Fig. 7.3. Effectiveness of the guide on F. Fiedler
In the life cycle theory P. Hersey and K. Blanchard situational factor is the maturity of the performers (Figure 7.4). The stages of their maturity are interpreted as follows: M1 - people are not able and do not want to work; M2 - people are not capable, but they want to work; M3 - people are capable, but do not want to work; M4 - people are able and willing to work. The most effective leadership styles for each stage of staff maturity are shown in the figure below the curve. It should also be noted that, according to Hersi and Blanchard, the maturity of the staff is rather related not to the personal qualities of people, but to the complexity of the tasks they perform and the moral and psychological climate in the organization.
Fig. 7.4. The effectiveness of the Hersey Blanchard Guide
The situational approach includes other theories, but considered enough to understand its basic ideas. In the last decades of the last century, several theories and models have been created that are difficult to unequivocally attribute to any one methodological direction. Among them, D. Graen's theory of dyadic exchange, attributive theory of S. Green and T. Mitchell, "implicit theory" the leadership of E. Hollander and D. Julian. Particularly should be highlighted theories created in the context of the idea of combining the phenomena of leadership and leadership. For example, the model of the transforming (transformational) guide B. Bass combines two groups of components.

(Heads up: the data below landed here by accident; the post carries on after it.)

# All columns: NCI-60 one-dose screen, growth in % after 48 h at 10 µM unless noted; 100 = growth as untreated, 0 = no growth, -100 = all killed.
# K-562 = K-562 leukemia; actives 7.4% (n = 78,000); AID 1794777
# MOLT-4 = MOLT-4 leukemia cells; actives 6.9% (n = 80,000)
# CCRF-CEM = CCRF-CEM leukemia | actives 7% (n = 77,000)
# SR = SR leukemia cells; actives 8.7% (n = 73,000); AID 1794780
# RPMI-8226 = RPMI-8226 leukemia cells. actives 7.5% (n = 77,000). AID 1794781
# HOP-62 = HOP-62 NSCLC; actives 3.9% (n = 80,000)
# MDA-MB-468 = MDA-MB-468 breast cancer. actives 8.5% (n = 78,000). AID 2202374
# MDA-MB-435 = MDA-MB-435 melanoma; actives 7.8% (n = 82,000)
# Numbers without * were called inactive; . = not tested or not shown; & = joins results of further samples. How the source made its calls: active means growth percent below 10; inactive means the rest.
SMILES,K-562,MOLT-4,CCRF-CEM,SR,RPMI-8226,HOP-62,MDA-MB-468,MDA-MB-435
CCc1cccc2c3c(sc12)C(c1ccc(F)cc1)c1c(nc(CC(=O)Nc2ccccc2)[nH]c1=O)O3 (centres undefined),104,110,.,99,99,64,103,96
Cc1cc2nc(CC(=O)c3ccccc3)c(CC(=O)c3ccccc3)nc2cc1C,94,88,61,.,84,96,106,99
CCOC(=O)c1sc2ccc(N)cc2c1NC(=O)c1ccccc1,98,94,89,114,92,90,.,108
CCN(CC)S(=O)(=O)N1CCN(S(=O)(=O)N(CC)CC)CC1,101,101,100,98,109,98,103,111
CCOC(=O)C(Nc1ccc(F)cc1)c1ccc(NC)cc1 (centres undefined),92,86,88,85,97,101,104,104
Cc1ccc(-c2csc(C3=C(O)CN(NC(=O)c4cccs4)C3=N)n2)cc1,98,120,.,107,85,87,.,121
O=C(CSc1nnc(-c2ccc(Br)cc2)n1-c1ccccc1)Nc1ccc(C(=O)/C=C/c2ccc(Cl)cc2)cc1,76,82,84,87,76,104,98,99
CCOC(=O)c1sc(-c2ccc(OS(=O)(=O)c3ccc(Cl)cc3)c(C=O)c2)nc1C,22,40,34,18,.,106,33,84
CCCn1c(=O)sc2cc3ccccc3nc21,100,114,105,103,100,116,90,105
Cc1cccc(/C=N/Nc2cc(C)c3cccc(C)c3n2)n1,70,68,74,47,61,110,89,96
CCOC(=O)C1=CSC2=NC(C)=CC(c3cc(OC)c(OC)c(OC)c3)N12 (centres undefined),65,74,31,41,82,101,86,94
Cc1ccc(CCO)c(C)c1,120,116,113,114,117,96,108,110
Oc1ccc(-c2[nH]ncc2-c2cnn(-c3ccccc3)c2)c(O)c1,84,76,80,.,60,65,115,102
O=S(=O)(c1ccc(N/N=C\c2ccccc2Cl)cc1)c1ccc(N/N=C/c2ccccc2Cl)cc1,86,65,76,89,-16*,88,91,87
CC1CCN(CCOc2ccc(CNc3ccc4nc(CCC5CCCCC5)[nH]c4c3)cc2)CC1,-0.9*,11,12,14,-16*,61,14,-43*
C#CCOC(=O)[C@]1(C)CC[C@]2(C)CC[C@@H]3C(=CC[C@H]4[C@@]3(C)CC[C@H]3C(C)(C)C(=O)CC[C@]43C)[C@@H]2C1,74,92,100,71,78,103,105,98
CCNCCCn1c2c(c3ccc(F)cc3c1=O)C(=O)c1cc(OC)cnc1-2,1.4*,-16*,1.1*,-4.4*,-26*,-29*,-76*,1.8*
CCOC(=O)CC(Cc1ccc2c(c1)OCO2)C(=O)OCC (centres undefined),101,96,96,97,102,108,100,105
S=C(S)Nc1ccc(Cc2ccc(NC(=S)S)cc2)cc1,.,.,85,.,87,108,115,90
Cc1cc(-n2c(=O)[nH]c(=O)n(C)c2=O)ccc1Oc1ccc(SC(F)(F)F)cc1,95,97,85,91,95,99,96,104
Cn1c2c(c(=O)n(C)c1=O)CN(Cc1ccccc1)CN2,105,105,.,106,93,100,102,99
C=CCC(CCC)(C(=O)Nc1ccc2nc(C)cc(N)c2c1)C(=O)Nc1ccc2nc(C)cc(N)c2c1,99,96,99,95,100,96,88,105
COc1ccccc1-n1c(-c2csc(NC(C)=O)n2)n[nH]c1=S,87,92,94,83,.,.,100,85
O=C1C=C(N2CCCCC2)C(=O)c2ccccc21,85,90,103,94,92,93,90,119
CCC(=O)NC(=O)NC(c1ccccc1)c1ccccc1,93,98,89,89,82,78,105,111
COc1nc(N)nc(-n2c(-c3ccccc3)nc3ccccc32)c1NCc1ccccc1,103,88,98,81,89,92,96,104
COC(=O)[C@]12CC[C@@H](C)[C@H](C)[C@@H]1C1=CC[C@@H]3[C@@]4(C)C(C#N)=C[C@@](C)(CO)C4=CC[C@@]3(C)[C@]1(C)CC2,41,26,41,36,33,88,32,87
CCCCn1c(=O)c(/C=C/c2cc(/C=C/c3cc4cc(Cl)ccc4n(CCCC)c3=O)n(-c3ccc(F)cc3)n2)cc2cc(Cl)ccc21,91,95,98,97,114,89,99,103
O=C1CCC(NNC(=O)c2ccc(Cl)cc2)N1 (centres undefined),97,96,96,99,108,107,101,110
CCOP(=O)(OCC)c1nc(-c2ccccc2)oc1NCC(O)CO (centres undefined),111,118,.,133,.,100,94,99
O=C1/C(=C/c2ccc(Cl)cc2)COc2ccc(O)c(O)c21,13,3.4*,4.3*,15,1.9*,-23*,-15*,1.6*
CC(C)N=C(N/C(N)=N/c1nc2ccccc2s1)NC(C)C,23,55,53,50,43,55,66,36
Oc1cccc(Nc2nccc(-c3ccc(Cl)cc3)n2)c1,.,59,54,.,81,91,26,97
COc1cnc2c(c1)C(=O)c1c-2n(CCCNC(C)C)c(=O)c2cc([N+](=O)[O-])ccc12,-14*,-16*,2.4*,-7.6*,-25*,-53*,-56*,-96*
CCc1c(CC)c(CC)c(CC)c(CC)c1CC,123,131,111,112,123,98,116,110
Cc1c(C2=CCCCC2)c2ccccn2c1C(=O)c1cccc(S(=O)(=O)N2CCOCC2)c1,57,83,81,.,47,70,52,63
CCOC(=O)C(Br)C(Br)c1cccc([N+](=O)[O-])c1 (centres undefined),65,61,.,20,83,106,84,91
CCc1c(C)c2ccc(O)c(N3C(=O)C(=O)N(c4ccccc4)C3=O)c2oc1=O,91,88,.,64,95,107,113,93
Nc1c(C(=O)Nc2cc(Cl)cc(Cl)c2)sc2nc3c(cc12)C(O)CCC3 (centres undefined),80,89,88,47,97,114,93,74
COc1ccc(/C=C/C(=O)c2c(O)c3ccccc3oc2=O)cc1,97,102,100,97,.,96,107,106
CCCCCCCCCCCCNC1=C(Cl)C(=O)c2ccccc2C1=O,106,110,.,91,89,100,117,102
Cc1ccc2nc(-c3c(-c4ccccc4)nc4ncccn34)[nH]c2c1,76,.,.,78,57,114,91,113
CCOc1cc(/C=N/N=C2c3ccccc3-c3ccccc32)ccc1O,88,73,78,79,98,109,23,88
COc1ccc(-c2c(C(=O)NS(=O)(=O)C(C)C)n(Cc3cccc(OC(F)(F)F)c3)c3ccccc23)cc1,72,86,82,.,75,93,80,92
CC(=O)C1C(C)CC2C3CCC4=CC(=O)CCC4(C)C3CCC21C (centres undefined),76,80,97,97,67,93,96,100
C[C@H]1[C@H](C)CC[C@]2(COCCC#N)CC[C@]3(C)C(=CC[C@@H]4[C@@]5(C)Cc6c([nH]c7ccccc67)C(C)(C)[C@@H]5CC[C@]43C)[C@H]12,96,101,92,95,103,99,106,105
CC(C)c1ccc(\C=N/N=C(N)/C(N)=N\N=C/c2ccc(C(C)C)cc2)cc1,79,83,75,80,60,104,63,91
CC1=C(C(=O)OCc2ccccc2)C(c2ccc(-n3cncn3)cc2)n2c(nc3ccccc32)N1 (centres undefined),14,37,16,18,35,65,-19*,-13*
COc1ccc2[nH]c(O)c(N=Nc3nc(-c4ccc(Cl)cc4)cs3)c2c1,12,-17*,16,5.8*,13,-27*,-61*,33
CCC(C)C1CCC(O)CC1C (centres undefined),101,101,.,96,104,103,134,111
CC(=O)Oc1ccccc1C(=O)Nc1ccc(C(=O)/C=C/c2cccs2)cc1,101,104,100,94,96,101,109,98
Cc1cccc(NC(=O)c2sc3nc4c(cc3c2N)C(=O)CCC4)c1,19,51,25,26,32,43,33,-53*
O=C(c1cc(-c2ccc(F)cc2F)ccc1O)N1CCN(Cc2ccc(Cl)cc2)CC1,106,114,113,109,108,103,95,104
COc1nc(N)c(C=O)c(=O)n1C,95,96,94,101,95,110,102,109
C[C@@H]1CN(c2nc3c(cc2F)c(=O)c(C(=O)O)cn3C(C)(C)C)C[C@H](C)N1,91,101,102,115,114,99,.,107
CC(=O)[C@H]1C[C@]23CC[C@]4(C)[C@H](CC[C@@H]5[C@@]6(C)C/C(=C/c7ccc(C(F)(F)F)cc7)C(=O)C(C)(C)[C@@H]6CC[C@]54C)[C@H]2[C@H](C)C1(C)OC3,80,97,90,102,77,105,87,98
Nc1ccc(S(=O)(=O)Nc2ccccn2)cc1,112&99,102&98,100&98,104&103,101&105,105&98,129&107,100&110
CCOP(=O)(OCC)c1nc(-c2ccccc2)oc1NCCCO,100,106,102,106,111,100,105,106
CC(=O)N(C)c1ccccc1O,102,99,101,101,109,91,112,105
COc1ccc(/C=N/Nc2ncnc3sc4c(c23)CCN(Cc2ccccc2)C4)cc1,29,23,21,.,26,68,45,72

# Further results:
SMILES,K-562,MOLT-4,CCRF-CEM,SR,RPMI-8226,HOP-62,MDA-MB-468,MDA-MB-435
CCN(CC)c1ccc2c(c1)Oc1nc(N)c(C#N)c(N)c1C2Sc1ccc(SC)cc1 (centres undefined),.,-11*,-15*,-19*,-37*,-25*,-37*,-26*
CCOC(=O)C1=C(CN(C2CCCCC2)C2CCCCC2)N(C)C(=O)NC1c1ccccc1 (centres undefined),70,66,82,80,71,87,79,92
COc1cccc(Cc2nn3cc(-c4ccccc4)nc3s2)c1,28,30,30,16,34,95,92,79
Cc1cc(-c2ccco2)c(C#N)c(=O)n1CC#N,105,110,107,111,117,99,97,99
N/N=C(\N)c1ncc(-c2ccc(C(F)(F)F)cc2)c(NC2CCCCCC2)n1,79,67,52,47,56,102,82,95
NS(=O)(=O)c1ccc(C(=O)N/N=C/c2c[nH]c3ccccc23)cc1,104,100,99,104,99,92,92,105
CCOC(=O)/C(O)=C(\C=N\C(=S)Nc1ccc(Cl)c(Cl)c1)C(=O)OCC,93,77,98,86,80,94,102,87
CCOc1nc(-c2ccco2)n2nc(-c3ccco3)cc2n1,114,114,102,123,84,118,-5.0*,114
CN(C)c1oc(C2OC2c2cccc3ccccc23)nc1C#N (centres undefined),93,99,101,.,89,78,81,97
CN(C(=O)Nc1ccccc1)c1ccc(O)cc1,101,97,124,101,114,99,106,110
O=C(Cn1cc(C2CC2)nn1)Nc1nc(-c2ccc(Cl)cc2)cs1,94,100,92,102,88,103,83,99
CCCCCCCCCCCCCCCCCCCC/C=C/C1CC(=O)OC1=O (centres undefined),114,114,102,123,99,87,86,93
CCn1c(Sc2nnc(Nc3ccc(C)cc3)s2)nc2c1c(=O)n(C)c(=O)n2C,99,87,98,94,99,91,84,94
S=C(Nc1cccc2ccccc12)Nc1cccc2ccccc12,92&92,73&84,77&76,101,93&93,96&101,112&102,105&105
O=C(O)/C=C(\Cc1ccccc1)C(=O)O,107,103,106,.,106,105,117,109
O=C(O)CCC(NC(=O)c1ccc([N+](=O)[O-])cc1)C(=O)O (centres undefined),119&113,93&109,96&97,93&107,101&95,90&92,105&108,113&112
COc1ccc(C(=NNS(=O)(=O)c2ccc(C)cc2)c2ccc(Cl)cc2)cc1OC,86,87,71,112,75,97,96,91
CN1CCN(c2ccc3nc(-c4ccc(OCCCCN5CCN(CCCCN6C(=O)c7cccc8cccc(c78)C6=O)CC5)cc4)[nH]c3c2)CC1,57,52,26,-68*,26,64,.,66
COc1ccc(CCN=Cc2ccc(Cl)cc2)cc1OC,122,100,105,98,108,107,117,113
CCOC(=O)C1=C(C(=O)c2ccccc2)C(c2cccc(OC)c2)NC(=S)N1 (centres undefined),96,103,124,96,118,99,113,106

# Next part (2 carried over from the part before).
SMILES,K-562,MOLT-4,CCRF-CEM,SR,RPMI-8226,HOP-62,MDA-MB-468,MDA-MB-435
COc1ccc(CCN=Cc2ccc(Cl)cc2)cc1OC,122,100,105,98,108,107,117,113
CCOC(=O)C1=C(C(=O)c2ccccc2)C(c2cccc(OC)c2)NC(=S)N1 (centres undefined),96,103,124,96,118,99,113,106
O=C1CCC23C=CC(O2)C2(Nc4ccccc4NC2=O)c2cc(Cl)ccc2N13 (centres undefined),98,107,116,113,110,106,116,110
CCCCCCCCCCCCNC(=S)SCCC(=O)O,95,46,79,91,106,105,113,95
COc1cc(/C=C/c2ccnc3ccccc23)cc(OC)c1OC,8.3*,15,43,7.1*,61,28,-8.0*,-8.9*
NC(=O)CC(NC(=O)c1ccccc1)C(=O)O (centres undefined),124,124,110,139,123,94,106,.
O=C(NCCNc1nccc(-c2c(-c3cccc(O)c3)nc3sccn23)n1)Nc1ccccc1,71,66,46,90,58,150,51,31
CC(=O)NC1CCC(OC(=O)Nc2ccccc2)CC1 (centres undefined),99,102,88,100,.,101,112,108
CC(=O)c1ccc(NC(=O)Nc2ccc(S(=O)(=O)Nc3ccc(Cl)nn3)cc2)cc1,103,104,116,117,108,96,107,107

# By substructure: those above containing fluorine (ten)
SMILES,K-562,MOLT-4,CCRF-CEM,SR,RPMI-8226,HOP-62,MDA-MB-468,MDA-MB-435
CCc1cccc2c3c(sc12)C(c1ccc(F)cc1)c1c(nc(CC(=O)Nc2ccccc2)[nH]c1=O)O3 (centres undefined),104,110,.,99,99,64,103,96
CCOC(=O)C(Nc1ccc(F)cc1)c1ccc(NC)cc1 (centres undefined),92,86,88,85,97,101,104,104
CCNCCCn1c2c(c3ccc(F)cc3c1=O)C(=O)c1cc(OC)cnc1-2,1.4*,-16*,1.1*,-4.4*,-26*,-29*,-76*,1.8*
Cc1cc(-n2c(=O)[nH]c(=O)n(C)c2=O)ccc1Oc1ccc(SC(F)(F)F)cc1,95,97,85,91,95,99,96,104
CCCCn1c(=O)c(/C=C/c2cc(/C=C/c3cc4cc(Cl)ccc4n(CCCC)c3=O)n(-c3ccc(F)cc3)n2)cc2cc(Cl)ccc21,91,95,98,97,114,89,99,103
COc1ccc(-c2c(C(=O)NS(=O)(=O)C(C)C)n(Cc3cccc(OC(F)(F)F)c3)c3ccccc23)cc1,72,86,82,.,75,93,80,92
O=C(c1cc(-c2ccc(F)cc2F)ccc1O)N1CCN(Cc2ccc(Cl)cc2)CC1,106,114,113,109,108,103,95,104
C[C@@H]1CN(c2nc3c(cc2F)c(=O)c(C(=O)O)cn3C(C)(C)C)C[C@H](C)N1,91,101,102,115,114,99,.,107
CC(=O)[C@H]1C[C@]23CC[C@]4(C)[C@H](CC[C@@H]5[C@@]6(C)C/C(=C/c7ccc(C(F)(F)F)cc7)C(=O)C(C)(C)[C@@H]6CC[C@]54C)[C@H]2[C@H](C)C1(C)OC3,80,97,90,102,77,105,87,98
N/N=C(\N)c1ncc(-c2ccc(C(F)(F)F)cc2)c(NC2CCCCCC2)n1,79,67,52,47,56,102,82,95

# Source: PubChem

The first and the main group are the transforming (leadership) components:
• idealizing influence on subordinates (charisma);
• inspiring motivation for their activity;
• intellectual stimulation of subordinates (their motivation to reflect the actual state and prospects of the organization's development);
• Individualized attention to each subordinate.
The second group is traditional components:
• Proportional remuneration of performers (in accordance with their expectations and contribution to the solution of organizational tasks);
• active management by correction (deviations from accepted organizational rules and standards);
• passive control by correction (non-interference in the activities of subordinates until their mistakes start to threaten serious problems);
• connivial leadership (evasion from the performance of their duties).
The theories and models examined by us are actively used in management practice and have a widely approved methodological base - diagnostic and research questionnaires and scales, as well as training algorithms for training managers.